DDF News — 24 Jul 2019
WHAT'S ON: Dublin Fringe Festival - The Dance Edit
Have you picked up a copy of the 2019 Dublin Fringe Festival brochure yet? Find out what's on in Dublin this September for our dance-loving fans.
The excitement was high last week as the Dublin Fringe Festival launched their 2019 programme amidst heart-warming speeches, impassioned toasts and even a chorus of Happy Birthday to mark the festival's 25th year.
We were naturally eager to get our hands on a copy of the hotly anticipated brochure to find out what's on in this edition of Dublin Fringe Festival. Here are a few dance highlights that we were immediately drawn to...
Fresh from the First Looks programme at DDF2019:
INIT: The Warm Up Project by Lucia Kickham
Three dancers and a live DJ share a side of performance the audience rarely see. The pre-performance, the warm up. Hearts pumping and minds calm. Tuning in to the rhythm. We aim to hide nothing.
Soup by Headonbody
Simultaneously brutish, sensual, ridiculous and vulnerable. A kinetic shrine to a lost parent and a frantic meditation on the process of grief, reaching for a shared catharsis with the audience.
INIT: The Warm Up Project v=by Lucia Kickham
Dance (with a hint of music, theatre and comedy):
Villains by Luke Murphy
A live graphic novel presented through dance, theatre, and animation. In a world of Twitter wars, cycling news feeds and cancel culture, come explore the myths and legends we create, destroy and forget in the rise and fall from viral fame to infamy.
Gym Swim Party by Danielle Galligan and Gavin Costick
Welcome to the turf war to end all wars. The two biggest gym chains in Dublin go head to head to settle old scores and gain control of the city. But when love crosses tribal lines, violence and vengeance gush across the city.
Champions of Dance by Lords of Strut
7 & 9-14 Sept
Bombastic and fantastically ﬂamboyant dancing duo Famous Seamus and Sean-tastic bring you a dance-fantasy-opera of pure comic mayhem! Catapulted towards destiny as the chosen ones, our heroes must tackle a family feud, save the very soul of the world and pick the right outﬁt.
Sauce by Camille Lucy Ross and Ciara Elizabeth Smyth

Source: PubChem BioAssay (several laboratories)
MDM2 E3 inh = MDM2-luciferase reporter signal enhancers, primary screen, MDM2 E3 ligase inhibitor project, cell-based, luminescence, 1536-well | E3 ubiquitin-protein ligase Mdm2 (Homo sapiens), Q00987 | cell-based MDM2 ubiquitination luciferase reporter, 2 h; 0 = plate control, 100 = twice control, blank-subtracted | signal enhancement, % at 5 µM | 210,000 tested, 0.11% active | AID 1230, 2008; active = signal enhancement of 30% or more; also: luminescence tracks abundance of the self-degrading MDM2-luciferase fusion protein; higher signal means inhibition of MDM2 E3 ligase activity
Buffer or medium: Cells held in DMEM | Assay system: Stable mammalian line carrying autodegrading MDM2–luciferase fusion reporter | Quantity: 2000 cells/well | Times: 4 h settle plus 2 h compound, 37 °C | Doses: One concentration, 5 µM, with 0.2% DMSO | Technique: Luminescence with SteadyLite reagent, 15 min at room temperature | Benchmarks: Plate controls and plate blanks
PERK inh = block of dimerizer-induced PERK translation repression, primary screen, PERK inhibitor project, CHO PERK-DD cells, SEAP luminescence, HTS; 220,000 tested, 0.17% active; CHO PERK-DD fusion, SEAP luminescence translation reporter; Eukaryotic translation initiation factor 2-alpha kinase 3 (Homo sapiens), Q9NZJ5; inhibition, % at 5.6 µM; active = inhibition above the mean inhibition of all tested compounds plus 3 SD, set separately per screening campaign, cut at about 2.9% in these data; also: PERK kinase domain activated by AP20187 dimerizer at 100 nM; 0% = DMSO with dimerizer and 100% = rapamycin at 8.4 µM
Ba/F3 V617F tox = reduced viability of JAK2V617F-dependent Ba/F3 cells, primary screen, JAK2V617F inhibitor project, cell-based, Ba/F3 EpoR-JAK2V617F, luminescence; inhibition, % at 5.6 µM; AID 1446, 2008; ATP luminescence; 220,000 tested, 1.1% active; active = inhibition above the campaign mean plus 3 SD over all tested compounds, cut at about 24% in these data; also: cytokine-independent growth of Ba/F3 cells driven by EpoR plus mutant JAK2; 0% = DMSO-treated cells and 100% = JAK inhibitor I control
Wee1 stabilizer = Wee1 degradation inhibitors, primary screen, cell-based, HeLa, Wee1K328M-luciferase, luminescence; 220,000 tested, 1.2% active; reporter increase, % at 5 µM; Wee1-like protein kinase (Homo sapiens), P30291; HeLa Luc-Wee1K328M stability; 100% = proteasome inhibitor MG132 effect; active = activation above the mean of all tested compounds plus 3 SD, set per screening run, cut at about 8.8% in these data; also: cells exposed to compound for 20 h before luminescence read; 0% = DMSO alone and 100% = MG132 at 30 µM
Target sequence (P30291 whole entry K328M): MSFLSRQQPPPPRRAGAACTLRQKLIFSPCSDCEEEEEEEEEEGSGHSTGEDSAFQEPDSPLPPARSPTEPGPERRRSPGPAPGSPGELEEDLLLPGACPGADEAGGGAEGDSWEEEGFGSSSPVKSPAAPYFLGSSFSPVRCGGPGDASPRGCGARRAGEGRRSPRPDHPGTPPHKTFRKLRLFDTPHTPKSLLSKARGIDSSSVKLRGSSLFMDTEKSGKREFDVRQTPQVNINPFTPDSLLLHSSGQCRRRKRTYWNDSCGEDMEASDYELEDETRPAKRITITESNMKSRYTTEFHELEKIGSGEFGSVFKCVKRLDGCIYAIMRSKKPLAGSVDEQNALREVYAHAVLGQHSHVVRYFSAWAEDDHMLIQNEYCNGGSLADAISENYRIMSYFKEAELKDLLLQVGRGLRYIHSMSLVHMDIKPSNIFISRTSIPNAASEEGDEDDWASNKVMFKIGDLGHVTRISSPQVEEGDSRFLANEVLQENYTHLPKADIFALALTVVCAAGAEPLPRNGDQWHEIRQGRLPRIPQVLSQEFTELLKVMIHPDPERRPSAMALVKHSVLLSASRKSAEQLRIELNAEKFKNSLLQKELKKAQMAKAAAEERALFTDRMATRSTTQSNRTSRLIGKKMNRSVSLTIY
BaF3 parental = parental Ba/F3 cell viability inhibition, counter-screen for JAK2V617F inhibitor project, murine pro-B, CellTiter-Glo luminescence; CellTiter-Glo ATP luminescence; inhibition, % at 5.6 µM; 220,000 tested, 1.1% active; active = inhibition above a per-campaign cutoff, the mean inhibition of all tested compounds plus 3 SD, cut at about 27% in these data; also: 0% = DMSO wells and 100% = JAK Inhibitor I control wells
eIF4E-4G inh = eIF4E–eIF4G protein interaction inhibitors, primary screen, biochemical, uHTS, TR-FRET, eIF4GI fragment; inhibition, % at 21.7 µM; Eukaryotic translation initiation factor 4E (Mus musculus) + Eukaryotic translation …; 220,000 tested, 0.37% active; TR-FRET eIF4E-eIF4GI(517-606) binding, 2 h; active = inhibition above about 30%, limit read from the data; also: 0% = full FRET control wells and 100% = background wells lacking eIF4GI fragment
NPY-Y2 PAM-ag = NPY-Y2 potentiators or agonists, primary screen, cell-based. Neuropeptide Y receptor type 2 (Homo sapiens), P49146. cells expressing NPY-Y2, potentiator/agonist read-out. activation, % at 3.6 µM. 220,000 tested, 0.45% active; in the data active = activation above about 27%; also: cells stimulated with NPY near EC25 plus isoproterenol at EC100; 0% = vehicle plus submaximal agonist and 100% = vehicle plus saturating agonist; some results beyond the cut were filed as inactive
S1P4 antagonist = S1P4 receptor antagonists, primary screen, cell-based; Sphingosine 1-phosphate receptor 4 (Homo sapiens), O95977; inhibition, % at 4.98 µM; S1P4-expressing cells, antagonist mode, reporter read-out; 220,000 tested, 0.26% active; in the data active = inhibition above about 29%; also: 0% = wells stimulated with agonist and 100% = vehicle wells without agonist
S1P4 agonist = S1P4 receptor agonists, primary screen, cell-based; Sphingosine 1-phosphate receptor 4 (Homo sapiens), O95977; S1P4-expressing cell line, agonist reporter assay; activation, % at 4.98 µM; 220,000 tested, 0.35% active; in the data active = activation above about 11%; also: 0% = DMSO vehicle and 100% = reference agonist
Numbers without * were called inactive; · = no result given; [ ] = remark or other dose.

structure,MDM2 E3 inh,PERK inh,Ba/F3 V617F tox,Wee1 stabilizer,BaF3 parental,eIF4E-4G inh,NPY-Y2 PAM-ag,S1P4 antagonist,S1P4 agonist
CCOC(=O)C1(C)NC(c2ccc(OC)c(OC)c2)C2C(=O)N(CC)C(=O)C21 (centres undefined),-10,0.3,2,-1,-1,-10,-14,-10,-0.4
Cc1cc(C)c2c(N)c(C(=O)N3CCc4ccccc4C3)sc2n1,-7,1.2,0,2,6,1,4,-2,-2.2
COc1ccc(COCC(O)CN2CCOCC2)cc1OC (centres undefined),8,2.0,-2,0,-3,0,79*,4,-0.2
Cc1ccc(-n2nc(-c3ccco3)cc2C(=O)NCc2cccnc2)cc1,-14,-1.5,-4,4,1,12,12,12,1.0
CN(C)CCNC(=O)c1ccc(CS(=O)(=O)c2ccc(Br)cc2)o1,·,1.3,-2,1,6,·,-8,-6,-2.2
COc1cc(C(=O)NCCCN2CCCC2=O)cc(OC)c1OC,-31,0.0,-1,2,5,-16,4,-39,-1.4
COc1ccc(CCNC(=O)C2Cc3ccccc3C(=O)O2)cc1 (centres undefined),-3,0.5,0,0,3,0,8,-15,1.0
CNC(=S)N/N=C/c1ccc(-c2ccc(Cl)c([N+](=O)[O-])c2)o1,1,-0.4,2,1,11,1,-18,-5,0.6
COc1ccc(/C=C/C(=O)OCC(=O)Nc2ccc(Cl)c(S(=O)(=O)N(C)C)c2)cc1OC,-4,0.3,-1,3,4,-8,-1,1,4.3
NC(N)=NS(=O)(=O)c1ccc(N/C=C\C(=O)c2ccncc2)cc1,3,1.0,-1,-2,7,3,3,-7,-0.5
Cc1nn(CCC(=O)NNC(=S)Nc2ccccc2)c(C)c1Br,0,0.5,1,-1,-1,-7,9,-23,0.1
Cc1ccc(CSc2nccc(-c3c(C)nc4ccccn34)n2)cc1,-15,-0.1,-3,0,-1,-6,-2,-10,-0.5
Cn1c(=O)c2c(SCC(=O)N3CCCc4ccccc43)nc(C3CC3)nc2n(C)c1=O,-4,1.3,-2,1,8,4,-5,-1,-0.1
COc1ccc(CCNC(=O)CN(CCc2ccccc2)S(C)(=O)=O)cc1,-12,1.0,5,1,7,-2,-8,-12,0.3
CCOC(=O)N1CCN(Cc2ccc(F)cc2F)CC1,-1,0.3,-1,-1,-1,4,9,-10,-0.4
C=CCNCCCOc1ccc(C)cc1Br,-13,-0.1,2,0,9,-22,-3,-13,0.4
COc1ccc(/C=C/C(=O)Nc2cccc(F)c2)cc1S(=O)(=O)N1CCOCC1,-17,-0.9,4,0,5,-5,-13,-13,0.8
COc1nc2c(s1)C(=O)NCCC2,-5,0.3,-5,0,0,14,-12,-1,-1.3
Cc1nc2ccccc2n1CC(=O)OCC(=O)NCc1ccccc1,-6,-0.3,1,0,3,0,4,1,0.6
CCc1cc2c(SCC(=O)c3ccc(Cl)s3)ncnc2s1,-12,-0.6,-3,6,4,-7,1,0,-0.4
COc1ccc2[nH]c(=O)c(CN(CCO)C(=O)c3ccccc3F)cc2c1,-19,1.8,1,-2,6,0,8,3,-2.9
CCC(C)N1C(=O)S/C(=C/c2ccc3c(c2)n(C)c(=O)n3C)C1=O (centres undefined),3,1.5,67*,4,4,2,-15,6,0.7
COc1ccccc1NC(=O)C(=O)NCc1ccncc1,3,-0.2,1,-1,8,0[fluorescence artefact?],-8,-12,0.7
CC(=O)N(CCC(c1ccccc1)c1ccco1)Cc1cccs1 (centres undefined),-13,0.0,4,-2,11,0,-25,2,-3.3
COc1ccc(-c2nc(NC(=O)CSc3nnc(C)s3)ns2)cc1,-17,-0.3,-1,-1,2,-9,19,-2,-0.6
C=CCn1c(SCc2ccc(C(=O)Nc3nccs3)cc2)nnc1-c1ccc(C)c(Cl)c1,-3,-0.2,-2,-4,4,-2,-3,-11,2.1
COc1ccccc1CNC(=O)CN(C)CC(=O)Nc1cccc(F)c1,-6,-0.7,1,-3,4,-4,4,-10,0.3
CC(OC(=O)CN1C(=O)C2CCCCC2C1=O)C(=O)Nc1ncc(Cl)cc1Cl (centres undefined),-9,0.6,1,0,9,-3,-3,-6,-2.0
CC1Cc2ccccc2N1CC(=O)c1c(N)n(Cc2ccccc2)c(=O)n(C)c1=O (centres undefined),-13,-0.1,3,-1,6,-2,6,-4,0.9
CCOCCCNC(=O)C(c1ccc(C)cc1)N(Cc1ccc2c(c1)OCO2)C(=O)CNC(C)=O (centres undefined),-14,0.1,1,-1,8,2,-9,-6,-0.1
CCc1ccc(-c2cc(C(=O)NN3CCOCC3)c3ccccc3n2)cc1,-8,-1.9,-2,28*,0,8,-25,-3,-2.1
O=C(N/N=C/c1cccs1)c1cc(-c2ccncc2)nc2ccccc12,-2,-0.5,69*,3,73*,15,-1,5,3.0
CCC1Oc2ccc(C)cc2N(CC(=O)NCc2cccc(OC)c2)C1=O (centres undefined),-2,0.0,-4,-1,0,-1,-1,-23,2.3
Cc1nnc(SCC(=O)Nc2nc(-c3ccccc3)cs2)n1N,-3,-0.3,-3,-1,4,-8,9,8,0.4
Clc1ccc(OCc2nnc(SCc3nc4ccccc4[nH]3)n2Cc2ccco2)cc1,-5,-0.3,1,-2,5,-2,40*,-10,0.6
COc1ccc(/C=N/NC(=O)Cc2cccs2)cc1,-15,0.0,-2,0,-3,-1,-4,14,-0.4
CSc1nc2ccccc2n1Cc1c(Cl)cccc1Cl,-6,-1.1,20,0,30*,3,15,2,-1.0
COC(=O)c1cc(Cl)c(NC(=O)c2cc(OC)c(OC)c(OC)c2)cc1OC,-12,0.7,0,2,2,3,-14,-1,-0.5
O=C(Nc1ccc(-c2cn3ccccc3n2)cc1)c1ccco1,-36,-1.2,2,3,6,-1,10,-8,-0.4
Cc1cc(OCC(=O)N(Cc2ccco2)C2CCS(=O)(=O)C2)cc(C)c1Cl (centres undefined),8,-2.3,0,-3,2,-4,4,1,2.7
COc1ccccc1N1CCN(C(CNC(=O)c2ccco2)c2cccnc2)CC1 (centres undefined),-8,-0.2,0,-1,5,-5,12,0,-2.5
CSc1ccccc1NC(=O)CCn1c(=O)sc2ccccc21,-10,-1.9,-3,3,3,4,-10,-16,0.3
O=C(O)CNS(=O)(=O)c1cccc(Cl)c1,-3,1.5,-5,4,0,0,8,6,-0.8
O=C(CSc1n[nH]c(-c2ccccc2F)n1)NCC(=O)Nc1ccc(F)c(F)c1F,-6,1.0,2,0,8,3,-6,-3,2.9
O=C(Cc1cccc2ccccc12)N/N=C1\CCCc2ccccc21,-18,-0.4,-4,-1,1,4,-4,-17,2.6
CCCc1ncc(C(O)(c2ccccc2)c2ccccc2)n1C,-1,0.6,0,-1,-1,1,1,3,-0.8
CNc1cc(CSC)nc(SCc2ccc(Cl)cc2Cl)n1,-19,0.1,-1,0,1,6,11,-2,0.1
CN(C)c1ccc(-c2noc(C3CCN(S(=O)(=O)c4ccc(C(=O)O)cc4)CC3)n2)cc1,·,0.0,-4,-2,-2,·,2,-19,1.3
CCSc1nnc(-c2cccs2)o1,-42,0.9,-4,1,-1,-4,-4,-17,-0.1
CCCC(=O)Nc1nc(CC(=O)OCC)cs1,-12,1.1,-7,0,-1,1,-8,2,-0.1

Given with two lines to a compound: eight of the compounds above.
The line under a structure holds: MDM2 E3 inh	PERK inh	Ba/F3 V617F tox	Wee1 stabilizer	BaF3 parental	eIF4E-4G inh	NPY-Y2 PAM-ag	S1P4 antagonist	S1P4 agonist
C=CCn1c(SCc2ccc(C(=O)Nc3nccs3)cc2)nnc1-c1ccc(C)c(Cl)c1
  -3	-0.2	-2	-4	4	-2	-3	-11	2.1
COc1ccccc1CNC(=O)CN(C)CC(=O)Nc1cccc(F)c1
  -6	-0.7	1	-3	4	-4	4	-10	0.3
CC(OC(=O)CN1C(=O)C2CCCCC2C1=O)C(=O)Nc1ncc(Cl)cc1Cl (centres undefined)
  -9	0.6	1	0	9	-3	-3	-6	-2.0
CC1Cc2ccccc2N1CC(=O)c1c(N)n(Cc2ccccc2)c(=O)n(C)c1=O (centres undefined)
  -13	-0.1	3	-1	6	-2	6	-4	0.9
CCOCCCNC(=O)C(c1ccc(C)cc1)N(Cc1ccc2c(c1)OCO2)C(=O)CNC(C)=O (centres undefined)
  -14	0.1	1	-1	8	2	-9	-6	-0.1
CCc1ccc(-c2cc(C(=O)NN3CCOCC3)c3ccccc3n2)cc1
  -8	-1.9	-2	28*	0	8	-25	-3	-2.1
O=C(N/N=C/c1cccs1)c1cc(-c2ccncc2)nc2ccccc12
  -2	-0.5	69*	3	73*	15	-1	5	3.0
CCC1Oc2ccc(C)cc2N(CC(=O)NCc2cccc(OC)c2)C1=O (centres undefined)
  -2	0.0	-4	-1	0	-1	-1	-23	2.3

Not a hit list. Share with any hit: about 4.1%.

10, 12-14 & 17-21 September
Mella is a pathological liar. Maura is a kleptomaniac. Unsurprisingly, neither has any friends. Fresh out of controlling relationships, both women are thrust into uneasy freedom. A new dark comedy about monsters, condiments and dancing. Lots of dancing.
Moondog & Irene by Dead Lady
Lots of people go to New York, in reality and in dreams: it’s the nexus of fantasy. So why wouldn’t decades dissolve when a cult favourite street musician in a Viking hat, Moondog, crops up in two separate lives? Through music, movement, and verbatim interview material, enter NYC as an astral plane documenting both history and self.
Losing Your Body by Rachel Ní Bhraonáin
This dancer is primed for success — a ﬂat in London, a ﬂexible day job, trendy friends and the occasional gig go-go dancing. Any day now she’ll get her big break. If her breaking point doesn’t get there ﬁrst. Told through theatre, dance, aerial and a healthy dose of self-deprecation.
Villains by Luke Murphy
Where dance meets circus:
Sorry Gold by Emily Aoibheann
If aerial is the dance of industrial technology, what will the dance of biotechnology be? This performance is part one of a twin-production project on the themes of civilisation and nature.
[Re]framed (Double Bill) by Elena Lydia Kreusch & Darragh McLoughlin
Articulations: The performer conducts an intimate self-examination of her body in order for us to see ourselves. How many stories can be inscribed on one’s body?
Stickman: A circus piece on the surface and a tragedy at its core. Man and Stick engage in various improbable feats of balance. Easy to interpret as the TV tells you what to see. Until it starts to tell you what to do.
Circus by Tara Brandel
Who gets to dance? What kind of bodies are allowed to perform? What does it look like to be Irish? Playful, intense, poignant, irreverent; interrogate what makes an acceptable performer in contemporary Ireland, be it the ageing pole dancer, the migrant street dancer, or the non-normative body.
How to Square a Circle by Aisling Ní Cheallaigh & Ronan Brady
‘Just because something is impossible, doesn’t mean it’s not worth trying.’ A heartwarming story of friendship, ego, love and the joys of a cup of tea. With gravity-defying acrobatics, aerial dance, cyr wheel and lots of laughter.